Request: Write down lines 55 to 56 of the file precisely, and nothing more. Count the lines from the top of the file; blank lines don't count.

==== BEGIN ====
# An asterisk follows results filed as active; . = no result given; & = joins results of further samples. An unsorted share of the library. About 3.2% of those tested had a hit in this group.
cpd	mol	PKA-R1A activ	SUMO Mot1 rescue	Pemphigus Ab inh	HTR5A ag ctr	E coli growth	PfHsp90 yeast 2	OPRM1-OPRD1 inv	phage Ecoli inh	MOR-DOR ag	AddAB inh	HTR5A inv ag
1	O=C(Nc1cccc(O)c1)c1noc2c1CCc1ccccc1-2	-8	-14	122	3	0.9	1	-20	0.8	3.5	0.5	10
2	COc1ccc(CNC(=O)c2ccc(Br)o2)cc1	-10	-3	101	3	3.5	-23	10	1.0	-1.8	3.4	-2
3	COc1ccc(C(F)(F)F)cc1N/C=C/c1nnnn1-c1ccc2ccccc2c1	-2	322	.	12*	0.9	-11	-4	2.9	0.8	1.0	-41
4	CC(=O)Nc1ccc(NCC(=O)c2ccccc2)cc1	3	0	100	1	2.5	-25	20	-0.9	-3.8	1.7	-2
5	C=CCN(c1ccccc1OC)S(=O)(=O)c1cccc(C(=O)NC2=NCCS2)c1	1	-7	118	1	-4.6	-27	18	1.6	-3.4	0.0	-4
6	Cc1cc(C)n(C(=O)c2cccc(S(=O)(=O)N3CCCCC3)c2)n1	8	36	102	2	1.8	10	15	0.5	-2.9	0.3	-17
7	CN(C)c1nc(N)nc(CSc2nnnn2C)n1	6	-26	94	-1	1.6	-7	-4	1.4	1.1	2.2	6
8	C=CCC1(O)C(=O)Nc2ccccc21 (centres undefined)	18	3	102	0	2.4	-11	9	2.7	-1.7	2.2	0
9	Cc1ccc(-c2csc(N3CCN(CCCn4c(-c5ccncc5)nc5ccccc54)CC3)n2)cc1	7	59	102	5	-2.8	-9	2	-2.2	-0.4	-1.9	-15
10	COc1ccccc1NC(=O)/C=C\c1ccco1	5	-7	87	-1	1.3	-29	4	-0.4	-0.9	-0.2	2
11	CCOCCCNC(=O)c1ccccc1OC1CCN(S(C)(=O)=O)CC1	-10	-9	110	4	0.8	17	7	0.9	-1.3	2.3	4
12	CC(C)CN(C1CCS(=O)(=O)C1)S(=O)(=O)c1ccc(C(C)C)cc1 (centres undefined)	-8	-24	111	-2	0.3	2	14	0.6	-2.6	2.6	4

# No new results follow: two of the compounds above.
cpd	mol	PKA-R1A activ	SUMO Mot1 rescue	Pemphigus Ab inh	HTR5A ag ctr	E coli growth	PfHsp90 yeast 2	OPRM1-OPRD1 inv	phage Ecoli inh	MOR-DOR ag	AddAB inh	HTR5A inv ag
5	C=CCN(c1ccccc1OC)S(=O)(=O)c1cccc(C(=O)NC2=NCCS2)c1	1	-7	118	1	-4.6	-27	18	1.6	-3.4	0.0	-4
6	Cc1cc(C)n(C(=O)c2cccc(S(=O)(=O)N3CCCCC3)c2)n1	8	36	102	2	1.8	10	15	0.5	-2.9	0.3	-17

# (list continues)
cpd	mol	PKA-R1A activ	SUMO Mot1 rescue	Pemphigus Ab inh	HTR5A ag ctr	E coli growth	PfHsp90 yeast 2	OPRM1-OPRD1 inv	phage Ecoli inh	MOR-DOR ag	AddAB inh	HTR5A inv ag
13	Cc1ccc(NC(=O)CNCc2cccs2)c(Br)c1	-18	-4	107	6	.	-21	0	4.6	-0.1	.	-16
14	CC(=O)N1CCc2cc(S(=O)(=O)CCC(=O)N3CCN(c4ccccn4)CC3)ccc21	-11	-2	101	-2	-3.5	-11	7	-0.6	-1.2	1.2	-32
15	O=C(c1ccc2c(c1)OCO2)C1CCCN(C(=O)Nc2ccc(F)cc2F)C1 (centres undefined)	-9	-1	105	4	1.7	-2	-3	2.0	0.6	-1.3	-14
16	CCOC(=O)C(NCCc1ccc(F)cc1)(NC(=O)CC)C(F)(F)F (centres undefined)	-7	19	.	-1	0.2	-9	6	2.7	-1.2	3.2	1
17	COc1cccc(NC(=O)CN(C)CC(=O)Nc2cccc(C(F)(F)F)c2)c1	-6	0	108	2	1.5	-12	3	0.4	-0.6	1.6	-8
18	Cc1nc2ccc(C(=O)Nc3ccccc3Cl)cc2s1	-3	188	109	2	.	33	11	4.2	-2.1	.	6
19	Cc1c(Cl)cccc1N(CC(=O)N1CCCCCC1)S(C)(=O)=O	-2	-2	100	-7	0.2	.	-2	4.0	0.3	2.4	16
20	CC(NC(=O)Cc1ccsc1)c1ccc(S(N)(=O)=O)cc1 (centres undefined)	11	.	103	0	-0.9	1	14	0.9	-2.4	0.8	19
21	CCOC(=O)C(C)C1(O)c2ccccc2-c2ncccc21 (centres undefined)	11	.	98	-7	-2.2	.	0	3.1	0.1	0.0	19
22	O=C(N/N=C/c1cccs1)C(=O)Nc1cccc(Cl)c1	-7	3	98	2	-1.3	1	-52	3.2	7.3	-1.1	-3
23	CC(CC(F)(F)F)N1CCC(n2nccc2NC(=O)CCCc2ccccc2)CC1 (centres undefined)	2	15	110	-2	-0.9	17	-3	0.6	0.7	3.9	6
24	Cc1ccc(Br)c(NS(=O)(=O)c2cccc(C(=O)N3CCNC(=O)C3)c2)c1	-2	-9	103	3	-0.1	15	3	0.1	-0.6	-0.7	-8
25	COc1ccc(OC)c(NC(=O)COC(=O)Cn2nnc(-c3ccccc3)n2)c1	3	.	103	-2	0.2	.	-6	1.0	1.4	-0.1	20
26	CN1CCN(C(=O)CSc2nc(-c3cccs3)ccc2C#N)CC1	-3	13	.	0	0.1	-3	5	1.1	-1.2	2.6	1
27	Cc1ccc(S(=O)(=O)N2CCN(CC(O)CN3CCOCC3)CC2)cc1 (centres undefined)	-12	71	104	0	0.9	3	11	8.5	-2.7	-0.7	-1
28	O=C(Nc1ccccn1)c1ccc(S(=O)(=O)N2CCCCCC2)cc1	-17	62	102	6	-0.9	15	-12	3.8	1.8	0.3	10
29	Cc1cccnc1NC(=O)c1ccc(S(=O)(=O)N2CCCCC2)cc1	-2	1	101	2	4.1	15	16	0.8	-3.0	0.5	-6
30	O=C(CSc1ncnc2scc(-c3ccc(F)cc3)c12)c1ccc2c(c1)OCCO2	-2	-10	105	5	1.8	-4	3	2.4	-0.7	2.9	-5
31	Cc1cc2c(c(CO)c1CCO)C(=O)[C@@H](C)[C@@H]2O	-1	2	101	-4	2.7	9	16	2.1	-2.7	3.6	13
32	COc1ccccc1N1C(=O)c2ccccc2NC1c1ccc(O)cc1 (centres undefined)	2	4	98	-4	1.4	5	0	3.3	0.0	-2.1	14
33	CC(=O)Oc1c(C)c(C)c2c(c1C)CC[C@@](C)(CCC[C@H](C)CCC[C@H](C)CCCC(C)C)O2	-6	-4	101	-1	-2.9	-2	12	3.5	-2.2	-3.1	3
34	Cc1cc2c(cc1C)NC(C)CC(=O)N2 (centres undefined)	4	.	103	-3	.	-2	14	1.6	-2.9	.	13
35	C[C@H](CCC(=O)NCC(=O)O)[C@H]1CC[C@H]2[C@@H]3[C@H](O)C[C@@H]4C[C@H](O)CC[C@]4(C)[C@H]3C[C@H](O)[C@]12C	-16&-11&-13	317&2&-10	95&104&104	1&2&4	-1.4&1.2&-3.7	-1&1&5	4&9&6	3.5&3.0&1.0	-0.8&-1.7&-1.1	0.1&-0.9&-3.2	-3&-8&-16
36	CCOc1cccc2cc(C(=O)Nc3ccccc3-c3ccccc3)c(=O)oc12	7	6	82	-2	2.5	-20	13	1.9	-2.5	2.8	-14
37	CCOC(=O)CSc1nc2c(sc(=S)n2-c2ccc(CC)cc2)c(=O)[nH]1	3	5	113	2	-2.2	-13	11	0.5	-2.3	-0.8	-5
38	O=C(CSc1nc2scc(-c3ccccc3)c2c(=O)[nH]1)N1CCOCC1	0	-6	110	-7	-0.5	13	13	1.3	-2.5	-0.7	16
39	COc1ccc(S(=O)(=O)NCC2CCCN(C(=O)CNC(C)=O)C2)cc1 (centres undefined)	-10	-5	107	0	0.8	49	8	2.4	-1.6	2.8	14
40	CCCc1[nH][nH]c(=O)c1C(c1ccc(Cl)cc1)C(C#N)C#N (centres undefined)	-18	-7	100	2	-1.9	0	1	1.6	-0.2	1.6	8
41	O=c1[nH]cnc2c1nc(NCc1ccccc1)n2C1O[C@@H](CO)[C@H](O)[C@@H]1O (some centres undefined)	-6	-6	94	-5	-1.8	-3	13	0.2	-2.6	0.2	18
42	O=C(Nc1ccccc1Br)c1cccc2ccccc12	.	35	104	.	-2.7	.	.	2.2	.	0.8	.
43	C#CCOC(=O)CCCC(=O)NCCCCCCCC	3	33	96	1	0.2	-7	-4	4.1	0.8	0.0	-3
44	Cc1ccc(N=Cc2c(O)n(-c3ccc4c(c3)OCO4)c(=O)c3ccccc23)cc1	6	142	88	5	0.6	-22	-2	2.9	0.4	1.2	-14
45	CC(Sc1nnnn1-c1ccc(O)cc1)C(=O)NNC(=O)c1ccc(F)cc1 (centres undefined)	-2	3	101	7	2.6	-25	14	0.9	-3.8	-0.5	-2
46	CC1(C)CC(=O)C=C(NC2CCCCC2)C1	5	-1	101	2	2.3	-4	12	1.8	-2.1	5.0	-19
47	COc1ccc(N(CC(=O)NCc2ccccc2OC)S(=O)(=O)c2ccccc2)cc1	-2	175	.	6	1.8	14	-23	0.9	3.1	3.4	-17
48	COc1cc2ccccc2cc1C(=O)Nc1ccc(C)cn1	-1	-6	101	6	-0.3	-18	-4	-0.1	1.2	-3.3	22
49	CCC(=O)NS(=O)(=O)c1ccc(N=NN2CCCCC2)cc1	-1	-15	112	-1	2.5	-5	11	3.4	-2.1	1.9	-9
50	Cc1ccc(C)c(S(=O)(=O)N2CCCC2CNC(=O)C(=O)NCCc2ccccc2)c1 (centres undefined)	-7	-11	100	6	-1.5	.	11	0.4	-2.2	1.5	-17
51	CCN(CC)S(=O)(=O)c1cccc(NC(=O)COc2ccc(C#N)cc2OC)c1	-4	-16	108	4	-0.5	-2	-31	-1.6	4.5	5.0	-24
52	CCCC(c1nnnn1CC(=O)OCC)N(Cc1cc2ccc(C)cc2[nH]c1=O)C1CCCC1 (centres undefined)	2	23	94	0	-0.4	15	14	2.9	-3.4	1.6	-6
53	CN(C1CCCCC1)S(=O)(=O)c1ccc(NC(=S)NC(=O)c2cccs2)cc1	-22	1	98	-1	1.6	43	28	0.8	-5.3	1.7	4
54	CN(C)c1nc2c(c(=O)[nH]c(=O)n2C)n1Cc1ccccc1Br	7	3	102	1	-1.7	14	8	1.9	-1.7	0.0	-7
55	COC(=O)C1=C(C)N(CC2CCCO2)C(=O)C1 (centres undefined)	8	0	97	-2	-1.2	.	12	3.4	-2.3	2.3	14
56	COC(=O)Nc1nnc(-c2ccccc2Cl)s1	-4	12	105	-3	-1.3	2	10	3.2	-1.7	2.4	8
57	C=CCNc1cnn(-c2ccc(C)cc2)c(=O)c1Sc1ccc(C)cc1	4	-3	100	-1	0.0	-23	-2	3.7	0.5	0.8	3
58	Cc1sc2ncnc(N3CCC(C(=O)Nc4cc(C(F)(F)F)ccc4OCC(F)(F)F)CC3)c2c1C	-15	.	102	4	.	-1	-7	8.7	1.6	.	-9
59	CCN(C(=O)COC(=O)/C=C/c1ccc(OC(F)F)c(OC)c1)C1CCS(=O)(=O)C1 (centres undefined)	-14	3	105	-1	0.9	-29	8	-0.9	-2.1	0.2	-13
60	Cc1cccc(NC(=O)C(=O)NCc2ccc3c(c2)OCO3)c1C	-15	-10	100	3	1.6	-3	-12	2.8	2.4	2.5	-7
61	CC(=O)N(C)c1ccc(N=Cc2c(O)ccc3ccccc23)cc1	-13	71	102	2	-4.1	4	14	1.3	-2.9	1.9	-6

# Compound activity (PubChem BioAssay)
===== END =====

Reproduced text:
47	COc1ccc(N(CC(=O)NCc2ccccc2OC)S(=O)(=O)c2ccccc2)cc1	-2	175	.	6	1.8	14	-23	0.9	3.1	3.4	-17
48	COc1cc2ccccc2cc1C(=O)Nc1ccc(C)cn1	-1	-6	101	6	-0.3	-18	-4	-0.1	1.2	-3.3	22